With the holiday season underway, California retailers and shoppers have been horrified by continued acts of looting, theft and burglaries. Videos on social media depict lawlessness.
Years of policies that have undermined public safety have contributed to these acts of emboldened thefts. Within the last decade, numerous laws that protected the public were weakened under the disguise of financial savings but have only shifted costs to local communities.
It is the unfortunate consequence of policies like Proposition 47 that reduced penalties on property thefts less than $950 from a felony to a misdemeanor. This means no prison time. Charges for grand larceny (a felony) now require thefts of more than $950 – more than double the previous threshold of $400.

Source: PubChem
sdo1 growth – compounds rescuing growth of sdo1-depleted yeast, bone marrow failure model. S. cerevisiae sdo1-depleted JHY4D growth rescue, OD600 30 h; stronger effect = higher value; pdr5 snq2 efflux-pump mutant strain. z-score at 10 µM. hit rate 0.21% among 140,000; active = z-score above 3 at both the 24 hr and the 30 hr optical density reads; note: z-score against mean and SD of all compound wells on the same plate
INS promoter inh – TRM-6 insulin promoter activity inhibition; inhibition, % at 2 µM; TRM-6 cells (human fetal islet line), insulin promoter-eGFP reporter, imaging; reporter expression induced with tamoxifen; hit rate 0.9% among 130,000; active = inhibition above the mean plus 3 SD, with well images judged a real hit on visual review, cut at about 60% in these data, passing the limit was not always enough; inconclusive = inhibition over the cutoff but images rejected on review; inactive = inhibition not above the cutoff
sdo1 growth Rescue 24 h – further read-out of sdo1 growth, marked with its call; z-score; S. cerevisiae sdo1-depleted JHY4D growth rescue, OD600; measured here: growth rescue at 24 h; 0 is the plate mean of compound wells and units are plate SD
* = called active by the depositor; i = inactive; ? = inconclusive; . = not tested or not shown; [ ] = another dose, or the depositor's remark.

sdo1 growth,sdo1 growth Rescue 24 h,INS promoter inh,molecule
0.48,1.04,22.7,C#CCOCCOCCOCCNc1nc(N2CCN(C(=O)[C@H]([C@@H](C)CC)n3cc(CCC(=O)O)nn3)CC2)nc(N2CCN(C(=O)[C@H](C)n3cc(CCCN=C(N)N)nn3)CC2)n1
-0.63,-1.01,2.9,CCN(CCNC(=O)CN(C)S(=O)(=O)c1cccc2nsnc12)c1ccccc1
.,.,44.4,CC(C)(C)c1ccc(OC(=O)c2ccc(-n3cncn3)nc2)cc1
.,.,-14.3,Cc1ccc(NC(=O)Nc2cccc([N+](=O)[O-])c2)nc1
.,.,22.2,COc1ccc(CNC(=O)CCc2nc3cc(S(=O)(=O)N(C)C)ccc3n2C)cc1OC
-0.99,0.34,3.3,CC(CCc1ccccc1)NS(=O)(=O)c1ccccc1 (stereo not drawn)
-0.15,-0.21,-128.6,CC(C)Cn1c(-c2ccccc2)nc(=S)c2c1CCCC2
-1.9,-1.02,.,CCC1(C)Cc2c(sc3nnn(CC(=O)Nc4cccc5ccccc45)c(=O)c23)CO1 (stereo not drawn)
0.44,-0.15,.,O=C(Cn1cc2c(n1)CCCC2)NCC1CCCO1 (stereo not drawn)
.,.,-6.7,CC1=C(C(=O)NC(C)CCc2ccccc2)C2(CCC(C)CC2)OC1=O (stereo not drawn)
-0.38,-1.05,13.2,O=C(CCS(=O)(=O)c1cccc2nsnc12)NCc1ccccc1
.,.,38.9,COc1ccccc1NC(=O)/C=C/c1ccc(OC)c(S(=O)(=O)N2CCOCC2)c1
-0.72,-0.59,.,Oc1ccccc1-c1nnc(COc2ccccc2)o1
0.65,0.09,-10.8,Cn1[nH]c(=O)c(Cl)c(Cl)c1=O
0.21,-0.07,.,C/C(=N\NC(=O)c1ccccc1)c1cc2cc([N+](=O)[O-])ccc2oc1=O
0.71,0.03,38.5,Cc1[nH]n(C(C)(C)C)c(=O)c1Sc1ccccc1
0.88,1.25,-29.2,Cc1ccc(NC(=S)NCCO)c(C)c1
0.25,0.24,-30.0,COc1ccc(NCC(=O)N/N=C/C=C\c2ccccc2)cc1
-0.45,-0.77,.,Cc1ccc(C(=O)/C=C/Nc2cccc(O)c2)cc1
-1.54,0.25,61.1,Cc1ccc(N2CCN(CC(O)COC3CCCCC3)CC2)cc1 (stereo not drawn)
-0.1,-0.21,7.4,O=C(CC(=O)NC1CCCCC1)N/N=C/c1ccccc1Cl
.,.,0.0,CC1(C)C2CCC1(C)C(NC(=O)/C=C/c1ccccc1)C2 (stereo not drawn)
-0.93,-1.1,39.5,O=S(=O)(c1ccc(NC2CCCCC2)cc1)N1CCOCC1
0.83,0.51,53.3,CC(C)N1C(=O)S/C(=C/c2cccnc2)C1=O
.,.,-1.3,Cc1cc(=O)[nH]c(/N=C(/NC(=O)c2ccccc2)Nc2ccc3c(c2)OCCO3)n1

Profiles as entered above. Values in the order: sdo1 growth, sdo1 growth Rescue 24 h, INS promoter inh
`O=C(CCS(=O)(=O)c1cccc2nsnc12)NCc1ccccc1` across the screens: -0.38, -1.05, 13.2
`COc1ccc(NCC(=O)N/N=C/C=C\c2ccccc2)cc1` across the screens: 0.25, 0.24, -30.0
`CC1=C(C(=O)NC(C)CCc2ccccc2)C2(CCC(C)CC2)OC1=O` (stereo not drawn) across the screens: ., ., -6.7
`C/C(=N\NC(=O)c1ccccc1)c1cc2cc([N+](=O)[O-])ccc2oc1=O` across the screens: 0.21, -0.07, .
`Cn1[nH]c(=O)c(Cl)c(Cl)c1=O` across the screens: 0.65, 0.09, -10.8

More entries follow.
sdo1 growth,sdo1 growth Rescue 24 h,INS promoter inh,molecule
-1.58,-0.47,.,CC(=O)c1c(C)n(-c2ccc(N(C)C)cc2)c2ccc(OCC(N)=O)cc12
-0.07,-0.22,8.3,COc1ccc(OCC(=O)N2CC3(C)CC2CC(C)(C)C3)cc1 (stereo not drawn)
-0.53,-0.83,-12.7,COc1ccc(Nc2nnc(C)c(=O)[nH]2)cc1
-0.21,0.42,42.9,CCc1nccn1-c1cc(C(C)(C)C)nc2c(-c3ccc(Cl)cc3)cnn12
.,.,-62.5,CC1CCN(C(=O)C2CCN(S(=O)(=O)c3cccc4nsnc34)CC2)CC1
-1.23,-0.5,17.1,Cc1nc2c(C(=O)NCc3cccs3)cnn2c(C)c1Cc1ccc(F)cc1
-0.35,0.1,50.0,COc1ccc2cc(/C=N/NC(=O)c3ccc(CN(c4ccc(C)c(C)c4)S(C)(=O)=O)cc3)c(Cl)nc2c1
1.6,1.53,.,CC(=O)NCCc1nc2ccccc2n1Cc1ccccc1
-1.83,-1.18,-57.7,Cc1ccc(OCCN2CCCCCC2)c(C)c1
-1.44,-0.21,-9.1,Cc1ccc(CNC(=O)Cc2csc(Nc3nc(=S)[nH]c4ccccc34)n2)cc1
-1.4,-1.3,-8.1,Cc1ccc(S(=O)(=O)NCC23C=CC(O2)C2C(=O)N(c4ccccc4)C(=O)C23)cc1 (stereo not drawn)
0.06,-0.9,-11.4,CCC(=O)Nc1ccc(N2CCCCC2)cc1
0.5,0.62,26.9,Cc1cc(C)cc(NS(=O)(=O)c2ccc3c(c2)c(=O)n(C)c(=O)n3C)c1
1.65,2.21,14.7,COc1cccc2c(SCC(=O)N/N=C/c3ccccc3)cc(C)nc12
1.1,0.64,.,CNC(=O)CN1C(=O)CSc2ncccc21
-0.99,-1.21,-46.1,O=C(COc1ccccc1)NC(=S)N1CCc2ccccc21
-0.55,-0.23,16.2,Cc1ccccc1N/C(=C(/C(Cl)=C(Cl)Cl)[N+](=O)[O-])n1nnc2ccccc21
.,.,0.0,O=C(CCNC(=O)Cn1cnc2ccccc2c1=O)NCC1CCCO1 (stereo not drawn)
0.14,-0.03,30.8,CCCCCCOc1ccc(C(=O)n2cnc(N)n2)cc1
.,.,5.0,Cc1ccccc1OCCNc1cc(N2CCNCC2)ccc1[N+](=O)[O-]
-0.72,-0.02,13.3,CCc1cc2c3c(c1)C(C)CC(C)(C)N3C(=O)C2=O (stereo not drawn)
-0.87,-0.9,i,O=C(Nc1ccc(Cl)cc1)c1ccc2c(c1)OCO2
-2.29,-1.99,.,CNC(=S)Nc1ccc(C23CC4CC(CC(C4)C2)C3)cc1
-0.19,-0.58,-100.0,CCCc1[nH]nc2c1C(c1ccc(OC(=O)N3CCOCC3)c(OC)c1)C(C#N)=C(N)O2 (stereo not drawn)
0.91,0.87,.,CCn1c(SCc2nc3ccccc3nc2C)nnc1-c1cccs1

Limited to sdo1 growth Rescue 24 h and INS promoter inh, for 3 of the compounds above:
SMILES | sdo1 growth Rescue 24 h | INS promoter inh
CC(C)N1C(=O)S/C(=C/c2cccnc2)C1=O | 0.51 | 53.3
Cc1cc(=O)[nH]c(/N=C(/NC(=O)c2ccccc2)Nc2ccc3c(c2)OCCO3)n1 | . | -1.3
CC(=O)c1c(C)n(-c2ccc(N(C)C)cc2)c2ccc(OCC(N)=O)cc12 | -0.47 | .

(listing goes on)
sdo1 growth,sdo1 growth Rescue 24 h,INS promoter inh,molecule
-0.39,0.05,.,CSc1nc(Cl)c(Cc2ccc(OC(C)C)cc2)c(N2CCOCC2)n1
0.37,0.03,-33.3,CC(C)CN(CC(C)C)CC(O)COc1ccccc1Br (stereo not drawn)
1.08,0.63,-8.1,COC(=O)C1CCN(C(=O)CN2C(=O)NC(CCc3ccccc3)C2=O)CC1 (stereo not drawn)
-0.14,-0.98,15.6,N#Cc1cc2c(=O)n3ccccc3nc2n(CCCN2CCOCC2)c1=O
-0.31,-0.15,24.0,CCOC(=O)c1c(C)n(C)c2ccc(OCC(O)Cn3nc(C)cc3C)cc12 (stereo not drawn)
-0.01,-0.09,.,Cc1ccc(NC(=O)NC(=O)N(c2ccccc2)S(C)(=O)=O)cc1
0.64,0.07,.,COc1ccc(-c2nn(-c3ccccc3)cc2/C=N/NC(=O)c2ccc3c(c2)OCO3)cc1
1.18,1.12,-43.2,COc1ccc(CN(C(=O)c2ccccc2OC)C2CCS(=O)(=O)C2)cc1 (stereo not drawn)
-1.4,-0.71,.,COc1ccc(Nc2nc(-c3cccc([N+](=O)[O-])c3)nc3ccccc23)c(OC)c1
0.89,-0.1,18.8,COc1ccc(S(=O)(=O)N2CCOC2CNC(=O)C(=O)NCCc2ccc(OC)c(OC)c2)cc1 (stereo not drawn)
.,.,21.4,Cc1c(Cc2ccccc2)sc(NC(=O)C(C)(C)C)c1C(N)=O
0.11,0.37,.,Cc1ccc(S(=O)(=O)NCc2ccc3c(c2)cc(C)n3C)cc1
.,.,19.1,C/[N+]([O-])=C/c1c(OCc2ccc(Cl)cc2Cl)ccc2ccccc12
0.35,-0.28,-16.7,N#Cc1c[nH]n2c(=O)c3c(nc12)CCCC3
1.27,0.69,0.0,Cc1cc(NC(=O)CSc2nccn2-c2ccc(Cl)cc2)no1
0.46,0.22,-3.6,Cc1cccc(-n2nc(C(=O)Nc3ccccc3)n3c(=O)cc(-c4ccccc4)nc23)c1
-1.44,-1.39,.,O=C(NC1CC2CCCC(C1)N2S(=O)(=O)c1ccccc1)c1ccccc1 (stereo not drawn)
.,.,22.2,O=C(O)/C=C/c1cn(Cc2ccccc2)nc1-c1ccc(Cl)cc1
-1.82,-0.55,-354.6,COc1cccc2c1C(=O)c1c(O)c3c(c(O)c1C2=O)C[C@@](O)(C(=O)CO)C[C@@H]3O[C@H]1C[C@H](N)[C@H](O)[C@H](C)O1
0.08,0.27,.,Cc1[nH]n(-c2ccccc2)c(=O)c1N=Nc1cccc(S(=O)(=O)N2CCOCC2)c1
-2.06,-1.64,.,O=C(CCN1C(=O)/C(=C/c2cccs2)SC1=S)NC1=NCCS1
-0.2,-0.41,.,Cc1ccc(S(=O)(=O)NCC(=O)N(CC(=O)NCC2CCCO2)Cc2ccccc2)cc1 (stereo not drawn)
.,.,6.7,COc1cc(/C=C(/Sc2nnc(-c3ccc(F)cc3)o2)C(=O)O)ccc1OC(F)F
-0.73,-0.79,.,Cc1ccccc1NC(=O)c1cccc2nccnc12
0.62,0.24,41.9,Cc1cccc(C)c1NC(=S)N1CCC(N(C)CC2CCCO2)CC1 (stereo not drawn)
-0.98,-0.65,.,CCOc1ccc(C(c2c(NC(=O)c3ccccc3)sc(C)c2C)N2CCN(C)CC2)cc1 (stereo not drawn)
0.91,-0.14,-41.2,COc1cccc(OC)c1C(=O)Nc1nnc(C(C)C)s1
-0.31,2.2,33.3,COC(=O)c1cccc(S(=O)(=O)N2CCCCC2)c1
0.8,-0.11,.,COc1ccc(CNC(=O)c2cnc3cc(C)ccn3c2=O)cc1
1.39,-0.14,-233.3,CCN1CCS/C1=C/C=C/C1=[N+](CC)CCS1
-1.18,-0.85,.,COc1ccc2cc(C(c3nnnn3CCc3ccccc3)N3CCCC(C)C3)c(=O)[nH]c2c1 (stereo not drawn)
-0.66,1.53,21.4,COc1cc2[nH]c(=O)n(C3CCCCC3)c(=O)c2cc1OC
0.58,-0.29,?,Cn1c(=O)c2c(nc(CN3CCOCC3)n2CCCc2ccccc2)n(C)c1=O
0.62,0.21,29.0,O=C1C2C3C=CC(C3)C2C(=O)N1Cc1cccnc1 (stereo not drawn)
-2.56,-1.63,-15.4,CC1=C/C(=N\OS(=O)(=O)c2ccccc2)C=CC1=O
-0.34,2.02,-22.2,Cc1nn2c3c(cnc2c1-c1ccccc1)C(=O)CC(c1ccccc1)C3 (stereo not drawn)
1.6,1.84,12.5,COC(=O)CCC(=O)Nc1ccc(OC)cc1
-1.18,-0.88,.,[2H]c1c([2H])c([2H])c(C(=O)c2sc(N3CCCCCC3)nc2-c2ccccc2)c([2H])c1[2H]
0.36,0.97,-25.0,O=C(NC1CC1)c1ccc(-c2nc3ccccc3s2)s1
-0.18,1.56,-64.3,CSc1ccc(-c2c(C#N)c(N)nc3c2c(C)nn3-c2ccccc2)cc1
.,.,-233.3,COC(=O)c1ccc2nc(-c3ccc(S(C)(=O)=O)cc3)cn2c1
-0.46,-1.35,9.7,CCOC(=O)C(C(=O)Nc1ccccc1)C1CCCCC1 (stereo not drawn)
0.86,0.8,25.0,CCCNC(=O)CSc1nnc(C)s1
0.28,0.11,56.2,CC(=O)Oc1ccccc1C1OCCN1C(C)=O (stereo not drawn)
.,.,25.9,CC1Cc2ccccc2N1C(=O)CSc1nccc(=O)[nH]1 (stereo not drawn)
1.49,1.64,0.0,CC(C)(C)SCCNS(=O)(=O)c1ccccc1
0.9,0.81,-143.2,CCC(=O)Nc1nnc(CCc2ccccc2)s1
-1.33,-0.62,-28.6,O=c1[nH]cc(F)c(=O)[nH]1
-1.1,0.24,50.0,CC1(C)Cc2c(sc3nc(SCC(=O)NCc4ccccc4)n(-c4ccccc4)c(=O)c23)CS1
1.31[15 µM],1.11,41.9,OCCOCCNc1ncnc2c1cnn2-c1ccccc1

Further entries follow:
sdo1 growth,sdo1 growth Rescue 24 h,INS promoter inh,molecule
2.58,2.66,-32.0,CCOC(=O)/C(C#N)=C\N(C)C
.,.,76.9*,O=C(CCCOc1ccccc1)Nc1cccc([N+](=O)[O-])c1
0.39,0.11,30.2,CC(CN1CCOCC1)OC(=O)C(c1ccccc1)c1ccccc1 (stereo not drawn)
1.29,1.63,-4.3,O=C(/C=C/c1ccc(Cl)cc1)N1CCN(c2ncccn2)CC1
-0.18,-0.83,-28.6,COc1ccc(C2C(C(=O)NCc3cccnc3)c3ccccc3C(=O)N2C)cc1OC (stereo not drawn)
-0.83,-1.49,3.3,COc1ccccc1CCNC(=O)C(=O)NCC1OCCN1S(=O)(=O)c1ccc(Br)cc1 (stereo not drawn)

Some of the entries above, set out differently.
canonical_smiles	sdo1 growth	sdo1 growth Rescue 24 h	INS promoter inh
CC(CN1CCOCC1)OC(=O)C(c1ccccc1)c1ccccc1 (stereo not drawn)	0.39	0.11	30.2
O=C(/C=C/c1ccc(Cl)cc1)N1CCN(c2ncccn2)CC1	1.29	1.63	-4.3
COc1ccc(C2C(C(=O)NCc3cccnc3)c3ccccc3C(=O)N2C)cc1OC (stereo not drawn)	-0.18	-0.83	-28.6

Now, not only will a thief steal more without facing a felony charge, they may steal again, and again, and again, without serious consequences. Each theft is counted as a single incident. The law allows for serial thefts. Thieves can repeat their criminal behavior as long as they don’t steal more than $950 in each larceny.
For every Nordstrom theft, there are thousands of mom-and-pop shops from pharmacies to jewelry stores to grocery stores that have been robbed without the dramatic videos. Small businesses are less able to afford such losses. Many are hanging on by a shoestring to stay open. California should not be known as a “shoplifter’s paradise.”
In the absence of meaningful changes in the law that prioritize public safety, more stores will face more criminal behavior during uncertain economic times, and everyday Californians will feel less safe in our communities.
TO READ THIS IN ITS ENTIRETY, PLEASE CLICK HERE.
Assemblyman Vince Fong has also written about the state’s proposed budget that doesn’t do justice to water shortage, and Assembly Bill 5 and its impact on California freelancers and independent contractors.